• If you are allergic to tartrazine, talk with healthcare provider. Some products contain tartrazine.

• If you have kidney disease, talk with healthcare provider.

• Check medicines with healthcare provider. This medicine may not mix well with other medicines.

• Try to separate other medicines from this one by 2 hours. This medicine prevents absorption of many medicines.

• Do not take iron, zinc, or folic acid within 2 hours of this medicine.

• Limit alcohol intake (includes wine, beer, and liquor).

• Tell healthcare provider if you are pregnant or plan on getting pregnant.

• Tell healthcare provider if you are breast-feeding.

What are some possible side effects of this medicine?

• Belly pain.

• Nausea or vomiting. Small frequent meals, frequent mouth care, sucking hard, sugar-free candy, or chewing sugar-free gum may help.

• Constipation. More liquids, regular exercise, or a fiber-containing diet may help. Talk with healthcare provider about a stool softener or laxative.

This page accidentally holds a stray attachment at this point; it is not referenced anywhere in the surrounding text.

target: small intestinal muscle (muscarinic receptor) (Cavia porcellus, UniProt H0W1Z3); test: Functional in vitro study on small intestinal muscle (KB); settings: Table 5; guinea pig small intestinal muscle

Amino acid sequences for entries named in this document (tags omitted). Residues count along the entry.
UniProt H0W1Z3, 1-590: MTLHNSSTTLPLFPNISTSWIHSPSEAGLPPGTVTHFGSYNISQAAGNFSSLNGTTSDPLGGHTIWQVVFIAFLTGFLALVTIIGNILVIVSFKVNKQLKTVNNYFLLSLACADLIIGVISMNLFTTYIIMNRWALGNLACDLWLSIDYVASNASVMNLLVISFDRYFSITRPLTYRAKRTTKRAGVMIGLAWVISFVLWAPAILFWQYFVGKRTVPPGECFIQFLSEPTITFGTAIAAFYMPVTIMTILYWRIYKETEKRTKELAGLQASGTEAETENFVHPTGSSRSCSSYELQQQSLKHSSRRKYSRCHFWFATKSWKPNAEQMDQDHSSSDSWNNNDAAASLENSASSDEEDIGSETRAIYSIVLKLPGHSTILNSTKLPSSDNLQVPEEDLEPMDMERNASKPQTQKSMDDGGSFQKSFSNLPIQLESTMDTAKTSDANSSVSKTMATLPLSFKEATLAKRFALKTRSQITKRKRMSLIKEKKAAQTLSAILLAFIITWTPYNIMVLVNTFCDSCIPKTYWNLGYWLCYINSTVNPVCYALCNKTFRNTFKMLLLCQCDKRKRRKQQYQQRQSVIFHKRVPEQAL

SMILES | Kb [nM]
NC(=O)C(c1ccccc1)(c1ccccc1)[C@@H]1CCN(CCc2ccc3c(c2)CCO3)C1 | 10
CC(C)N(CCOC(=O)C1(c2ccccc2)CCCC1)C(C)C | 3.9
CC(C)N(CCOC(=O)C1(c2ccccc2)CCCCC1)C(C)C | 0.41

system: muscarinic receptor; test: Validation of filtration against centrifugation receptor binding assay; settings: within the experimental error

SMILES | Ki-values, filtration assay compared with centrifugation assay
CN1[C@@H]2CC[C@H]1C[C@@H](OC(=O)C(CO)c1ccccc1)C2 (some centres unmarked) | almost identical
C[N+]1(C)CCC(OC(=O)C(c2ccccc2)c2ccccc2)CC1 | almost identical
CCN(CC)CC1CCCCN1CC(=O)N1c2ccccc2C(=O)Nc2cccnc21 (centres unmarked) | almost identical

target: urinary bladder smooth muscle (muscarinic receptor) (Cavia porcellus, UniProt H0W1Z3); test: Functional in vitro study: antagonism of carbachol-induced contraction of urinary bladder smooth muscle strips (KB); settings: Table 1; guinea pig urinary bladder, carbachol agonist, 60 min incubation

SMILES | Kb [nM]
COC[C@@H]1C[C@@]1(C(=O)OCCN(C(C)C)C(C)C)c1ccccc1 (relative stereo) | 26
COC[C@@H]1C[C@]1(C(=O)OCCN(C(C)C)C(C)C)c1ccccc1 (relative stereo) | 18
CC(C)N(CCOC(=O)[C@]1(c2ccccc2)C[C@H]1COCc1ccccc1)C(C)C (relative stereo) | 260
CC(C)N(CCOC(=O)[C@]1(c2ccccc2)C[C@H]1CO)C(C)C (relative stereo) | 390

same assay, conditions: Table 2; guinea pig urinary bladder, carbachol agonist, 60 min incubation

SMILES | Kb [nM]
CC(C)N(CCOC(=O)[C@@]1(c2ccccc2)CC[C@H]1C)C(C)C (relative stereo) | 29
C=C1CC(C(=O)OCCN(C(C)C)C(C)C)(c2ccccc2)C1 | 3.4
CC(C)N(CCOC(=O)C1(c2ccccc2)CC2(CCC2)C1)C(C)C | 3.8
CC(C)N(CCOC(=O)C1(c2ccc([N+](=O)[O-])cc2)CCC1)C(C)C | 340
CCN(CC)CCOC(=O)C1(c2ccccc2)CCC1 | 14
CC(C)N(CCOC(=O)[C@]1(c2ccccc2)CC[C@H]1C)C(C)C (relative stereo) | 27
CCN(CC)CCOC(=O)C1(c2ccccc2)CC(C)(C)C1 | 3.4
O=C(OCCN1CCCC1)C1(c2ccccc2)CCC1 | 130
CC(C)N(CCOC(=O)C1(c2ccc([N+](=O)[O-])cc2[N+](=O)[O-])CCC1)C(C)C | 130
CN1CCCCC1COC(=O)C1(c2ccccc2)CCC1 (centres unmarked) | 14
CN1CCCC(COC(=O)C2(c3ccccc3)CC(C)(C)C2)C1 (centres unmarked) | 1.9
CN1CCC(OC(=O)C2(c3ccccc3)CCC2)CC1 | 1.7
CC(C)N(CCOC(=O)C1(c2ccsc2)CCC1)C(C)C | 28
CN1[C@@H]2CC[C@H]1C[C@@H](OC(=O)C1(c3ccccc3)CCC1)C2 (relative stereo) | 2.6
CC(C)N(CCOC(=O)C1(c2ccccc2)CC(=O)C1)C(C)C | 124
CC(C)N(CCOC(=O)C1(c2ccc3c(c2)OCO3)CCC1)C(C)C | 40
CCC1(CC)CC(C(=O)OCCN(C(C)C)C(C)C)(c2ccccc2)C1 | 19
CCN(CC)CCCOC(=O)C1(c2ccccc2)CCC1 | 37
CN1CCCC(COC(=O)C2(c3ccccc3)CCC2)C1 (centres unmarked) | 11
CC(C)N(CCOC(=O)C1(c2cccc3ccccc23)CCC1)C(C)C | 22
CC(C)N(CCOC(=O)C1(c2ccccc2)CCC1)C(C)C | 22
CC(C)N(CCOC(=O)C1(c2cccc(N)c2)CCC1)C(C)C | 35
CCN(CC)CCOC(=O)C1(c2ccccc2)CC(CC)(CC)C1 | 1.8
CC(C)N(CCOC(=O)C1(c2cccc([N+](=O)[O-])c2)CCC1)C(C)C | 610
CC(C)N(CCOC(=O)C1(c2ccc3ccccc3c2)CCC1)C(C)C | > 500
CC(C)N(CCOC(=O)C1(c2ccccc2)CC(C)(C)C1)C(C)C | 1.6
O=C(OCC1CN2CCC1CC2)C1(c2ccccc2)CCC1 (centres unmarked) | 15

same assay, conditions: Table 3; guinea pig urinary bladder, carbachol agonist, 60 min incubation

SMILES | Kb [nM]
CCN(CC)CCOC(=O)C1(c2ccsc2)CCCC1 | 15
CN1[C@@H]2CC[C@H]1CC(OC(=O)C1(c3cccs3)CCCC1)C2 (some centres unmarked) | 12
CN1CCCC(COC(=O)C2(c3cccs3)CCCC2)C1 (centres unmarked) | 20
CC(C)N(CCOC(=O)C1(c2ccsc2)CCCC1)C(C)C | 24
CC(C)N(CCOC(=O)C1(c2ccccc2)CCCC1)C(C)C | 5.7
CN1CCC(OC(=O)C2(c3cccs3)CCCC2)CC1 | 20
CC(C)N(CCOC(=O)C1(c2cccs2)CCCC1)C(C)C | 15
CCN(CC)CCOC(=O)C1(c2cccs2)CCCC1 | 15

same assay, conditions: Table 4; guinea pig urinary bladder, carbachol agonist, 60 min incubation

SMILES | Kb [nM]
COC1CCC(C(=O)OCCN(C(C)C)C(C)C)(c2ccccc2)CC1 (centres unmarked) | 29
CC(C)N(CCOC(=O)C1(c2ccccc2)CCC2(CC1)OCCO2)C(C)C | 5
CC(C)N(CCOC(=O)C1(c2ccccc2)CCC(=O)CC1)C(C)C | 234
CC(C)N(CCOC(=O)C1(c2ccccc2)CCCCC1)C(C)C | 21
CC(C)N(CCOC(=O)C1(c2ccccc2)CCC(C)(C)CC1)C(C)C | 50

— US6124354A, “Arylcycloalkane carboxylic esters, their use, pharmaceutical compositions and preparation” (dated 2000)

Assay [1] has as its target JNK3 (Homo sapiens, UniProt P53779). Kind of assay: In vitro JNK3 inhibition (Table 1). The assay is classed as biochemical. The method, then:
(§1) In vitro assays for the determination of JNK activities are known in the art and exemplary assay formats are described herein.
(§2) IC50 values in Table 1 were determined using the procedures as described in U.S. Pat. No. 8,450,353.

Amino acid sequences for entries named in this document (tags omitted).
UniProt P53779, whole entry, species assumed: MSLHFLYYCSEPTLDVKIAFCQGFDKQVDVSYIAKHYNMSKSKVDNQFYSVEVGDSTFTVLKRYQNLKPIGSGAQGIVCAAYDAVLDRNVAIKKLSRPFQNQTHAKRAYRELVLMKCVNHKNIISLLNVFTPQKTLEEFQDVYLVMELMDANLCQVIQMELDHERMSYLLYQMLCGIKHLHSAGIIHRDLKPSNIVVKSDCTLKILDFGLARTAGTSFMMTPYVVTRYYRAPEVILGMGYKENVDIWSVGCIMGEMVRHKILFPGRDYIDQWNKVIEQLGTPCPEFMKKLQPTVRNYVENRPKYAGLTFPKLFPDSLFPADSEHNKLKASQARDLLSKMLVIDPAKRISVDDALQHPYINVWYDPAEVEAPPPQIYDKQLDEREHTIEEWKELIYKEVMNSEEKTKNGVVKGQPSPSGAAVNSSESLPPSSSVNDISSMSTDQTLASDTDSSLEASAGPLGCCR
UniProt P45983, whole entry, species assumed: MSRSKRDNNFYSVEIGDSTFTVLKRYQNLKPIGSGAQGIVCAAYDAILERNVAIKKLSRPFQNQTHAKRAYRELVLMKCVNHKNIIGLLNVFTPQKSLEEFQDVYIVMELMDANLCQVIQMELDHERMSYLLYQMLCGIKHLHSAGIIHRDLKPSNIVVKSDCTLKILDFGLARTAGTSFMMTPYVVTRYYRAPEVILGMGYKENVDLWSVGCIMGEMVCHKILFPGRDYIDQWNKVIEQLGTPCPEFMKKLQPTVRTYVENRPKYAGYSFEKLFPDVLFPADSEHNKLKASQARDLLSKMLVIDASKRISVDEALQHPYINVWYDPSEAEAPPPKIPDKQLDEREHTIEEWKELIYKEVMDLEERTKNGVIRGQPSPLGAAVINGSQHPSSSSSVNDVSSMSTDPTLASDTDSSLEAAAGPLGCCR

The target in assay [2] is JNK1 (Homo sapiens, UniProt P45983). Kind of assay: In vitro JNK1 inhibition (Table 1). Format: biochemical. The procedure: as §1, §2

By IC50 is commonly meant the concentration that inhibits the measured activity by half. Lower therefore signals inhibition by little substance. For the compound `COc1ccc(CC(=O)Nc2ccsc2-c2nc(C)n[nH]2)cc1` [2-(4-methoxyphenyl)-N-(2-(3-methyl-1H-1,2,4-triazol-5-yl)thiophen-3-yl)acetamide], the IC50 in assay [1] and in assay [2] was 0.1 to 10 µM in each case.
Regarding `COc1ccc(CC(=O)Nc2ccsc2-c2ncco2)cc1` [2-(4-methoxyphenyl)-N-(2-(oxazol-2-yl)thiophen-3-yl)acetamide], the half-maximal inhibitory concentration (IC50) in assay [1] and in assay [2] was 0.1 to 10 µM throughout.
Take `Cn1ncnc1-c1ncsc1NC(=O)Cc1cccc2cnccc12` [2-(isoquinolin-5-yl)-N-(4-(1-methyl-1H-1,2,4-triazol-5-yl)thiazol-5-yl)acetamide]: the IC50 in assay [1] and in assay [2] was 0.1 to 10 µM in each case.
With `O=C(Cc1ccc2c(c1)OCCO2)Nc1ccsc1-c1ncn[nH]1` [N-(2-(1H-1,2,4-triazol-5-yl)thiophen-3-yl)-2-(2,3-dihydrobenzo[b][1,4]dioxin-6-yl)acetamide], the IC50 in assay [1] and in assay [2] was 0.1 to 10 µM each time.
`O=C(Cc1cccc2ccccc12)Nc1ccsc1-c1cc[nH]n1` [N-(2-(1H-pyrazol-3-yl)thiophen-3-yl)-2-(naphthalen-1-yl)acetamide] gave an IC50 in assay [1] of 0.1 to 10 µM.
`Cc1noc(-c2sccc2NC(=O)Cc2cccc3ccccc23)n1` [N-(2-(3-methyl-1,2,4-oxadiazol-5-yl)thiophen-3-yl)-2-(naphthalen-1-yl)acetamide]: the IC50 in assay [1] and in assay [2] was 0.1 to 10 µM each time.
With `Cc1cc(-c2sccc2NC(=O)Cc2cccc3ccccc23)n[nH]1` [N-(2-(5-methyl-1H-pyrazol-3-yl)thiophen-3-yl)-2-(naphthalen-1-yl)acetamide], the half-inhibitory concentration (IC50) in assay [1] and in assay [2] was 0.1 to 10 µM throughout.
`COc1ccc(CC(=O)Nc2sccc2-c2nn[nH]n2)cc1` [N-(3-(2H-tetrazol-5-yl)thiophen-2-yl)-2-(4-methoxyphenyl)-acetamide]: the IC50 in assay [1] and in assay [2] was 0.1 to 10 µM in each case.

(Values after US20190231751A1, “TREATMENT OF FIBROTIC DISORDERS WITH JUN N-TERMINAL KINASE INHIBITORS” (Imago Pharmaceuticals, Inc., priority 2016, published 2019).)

Reasons to call healthcare provider immediately

• If you suspect an overdose, call your local poison control center or emergency department immediately.

• Signs of a life-threatening reaction. These include wheezing; chest tightness; fever; itching; bad cough; blue skin color; fits; or swelling of face, lips, tongue, or throat.

• Significant change in thinking clearly and logically.

• Severe nausea or vomiting.

• Severe constipation.

• Any rash.

• No improvement in condition or feeling worse.

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Calcium carbonate is available as tablets, lozenges, and liquid forms. These products must be taken exactly as directed. Calcium carbonate antacid can be taken with food or immediately after a meal. If you have symptoms at night, take the antacid before going to bed.

If you will take chewable tablets, you should chew the tablet thoroughly before swallowing so that it can produce rapid effects.

Usual Dose:

Dyspepsia: 300 to 8000 mg, taken by mouth in 2 to 4 divided doses.

Erosive esophagitis: 1250 to 3750 mg of calcium carbonate can be taken in 2 to 4 divided doses. GERD:1250 to 3750 mg daily, in 2 to 4 divided doses.

Calcium carbonate should not be taken for more than 2 weeks unless directed by a physician. Long-term and heavy use of any antacid can lead to many medical problems.

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Calcium carbonate is used for temporary relief of occasional indigestion and heartburn.